In the past two decades, several millions of IT-enabled services jobs have been relocated or ‘offshored’ from the US and Europe to, in particular, low cost economies around the world. Most of these jobs so far have landed in South and South-East Asia, with India and the Philippines receiving the bulk of them. This has caused profound changes in the international division of labour, and has had correspondingly wide social and economic effects.
This book examines how this ‘next wave in globalization’ affects people and places in South and South-East Asia. It brings together twelve case studies from India, the Philippines, China, Hong Kong and Thailand, and explores how and for whom services offshoring creates opportunities, triggers local economic transformations and produces challenges. This book in addition compares how different countries take part in this ‘second global shift’, investigates service-sector driven economic development from a historical perspective, and engages with the question whether and to what extent services offer a new promising avenue of sustained economic growth for developing countries. It argues that service-led development in developing countries is not easy for all the workers involved, or a guaranteed path to sustained economic development and prosperity.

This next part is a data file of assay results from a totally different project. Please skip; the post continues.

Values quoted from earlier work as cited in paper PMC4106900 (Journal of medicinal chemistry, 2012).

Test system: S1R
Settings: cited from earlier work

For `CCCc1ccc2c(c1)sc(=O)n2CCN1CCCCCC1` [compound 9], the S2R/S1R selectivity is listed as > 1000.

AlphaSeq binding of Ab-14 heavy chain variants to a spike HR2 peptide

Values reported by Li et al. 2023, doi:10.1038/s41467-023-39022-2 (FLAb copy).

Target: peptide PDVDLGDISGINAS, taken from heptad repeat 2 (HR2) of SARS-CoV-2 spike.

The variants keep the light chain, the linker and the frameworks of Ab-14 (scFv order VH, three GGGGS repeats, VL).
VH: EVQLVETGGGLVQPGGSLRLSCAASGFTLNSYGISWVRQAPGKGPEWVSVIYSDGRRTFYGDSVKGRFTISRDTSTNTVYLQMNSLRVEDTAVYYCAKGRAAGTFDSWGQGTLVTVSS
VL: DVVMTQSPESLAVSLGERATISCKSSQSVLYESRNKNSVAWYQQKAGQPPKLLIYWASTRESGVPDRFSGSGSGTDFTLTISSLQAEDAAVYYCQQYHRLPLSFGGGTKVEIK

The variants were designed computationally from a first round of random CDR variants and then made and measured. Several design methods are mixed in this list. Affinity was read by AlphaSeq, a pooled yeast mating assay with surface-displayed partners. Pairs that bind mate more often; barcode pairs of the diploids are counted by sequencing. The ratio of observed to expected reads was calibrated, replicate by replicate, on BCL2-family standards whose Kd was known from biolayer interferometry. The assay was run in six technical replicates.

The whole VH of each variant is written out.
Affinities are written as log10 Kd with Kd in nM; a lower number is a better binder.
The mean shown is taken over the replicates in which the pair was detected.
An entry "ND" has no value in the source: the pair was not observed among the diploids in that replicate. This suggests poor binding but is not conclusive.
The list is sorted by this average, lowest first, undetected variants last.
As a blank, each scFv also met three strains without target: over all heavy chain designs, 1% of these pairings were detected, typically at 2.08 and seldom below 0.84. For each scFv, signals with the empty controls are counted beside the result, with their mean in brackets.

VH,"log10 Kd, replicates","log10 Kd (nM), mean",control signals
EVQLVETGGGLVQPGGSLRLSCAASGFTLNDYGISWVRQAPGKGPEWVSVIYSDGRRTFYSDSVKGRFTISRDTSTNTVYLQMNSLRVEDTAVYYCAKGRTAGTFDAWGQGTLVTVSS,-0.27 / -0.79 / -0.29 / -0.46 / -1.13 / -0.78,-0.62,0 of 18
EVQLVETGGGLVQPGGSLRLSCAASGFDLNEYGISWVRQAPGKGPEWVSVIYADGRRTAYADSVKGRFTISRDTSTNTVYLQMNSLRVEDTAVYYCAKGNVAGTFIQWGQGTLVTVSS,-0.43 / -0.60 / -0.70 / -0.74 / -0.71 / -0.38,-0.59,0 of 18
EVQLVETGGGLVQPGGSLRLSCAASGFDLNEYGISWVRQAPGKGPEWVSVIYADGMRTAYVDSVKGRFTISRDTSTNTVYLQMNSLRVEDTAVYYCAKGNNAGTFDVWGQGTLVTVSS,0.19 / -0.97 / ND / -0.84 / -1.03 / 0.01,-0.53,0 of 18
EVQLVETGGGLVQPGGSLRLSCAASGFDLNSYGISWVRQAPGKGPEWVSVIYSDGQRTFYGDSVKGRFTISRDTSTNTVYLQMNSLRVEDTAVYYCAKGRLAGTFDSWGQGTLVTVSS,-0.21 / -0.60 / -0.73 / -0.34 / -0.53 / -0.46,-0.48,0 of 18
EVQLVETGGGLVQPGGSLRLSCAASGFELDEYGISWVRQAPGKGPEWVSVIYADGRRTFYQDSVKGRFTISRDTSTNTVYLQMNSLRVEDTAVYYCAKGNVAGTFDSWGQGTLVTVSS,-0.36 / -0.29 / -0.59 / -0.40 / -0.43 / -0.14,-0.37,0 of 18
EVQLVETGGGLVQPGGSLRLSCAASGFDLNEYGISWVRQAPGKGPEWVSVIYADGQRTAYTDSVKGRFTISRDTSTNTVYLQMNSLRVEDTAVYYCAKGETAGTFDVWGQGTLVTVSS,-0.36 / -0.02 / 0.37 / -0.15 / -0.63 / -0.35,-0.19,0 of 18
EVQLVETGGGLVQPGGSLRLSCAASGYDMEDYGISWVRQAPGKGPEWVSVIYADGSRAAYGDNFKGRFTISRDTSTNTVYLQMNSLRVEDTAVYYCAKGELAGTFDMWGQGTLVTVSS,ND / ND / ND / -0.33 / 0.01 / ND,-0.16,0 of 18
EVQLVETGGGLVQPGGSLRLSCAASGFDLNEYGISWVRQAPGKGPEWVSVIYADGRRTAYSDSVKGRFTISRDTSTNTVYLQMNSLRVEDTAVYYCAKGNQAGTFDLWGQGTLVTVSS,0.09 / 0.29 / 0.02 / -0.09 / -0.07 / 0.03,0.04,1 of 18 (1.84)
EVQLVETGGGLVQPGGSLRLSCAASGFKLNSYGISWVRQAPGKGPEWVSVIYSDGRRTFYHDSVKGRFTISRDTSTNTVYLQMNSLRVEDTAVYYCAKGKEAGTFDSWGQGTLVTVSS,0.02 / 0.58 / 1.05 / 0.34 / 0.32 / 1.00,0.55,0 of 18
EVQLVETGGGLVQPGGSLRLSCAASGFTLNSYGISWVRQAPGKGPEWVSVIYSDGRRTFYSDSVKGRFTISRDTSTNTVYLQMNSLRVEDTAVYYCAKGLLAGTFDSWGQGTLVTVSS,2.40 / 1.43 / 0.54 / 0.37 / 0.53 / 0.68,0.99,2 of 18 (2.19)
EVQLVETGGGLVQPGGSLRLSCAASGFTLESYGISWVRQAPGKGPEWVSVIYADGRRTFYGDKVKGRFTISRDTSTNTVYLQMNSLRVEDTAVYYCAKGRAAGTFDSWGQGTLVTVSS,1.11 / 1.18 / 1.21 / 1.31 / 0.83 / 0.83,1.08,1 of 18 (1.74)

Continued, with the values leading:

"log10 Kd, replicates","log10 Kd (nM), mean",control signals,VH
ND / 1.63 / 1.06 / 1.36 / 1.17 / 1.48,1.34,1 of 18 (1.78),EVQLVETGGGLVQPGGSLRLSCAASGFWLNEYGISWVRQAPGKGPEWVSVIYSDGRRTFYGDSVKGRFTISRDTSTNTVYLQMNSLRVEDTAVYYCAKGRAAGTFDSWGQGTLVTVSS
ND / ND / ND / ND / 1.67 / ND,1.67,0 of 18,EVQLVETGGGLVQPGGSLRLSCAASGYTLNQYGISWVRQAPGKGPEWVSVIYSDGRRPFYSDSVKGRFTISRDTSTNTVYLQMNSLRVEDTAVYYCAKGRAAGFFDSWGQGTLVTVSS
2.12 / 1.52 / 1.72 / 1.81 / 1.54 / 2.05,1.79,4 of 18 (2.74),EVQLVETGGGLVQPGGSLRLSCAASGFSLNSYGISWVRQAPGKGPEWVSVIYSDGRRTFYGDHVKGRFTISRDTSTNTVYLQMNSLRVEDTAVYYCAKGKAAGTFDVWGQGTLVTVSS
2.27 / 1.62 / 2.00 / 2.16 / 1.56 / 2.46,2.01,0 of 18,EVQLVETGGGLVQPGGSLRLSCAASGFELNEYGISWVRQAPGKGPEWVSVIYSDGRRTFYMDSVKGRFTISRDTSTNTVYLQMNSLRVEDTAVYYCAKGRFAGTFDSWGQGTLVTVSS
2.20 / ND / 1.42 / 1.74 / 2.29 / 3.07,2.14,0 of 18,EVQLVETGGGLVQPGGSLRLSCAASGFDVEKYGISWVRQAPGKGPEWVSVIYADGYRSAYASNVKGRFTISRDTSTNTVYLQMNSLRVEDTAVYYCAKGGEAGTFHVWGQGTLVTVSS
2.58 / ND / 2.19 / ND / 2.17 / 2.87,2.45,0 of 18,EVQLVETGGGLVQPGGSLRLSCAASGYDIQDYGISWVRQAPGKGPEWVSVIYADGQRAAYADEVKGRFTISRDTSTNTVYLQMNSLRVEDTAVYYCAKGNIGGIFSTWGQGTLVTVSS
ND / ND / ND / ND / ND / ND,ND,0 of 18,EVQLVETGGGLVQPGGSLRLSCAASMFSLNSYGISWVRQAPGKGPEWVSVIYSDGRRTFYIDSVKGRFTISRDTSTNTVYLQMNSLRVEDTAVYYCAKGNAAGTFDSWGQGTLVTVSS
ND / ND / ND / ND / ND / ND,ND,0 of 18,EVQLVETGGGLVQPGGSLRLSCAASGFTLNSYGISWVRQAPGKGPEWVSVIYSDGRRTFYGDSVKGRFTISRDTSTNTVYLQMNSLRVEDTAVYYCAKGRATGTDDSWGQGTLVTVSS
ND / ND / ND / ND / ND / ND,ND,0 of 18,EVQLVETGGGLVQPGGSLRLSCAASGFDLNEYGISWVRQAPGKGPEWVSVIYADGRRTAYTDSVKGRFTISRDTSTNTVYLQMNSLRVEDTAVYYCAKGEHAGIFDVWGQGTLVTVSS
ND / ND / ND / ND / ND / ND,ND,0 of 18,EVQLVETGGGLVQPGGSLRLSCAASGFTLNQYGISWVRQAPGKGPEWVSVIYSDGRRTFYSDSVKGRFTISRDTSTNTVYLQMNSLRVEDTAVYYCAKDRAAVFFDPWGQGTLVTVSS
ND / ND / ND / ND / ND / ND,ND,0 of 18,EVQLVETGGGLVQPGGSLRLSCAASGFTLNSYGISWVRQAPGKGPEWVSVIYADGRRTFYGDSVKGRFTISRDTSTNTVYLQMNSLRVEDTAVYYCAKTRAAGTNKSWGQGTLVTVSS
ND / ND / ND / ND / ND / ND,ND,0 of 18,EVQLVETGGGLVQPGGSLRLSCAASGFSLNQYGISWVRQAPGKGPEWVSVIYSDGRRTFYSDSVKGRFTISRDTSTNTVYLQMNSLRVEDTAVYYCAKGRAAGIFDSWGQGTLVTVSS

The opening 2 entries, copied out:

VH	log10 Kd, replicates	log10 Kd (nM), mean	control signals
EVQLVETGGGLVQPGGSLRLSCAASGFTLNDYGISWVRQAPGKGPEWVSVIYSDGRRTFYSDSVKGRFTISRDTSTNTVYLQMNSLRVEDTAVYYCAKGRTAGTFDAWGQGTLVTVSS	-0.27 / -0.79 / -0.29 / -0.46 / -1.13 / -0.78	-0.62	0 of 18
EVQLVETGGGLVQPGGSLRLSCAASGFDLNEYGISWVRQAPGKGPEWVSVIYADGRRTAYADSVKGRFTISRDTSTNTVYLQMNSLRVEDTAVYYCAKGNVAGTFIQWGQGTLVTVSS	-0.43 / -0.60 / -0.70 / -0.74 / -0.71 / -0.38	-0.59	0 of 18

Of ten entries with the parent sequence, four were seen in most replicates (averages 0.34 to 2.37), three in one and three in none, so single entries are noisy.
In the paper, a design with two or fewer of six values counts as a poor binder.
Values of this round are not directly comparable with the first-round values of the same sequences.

This volume stands out from other books in the field in its exploration of the social and economic outcomes in the cities and countries where services have been located. Based on cutting edge empirical research and original data, the volume offers a state-of-the-art contribution to this growing debate. The book provides valuable insights for students, scholars and professionals interested in services offshoring, socio-economic development and contemporary transformations in South and South-East Asia.
Die Inhaltsangabe kann sich auf eine andere Ausgabe dieses Titels beziehen.
Bart Lambregts is post-doc researcher with the Amsterdam Institute for Social Science Research (AISSR), University of Amsterdam, and lectures urban planning at the Faculty of Architecture, Kasetsart University, in Bangkok.
Niels Beerepoot is assistant professor at the Department of Geography, Planning and International Development Studies of the University of Amsterdam.
Robert C. Kloosterman is Professor of Economic Geography and Planning at the Amsterdam Institute of Social Science Research (AISSR), University of Amsterdam.
„Über diesen Titel“ kann sich auf eine andere Ausgabe dieses Titels beziehen.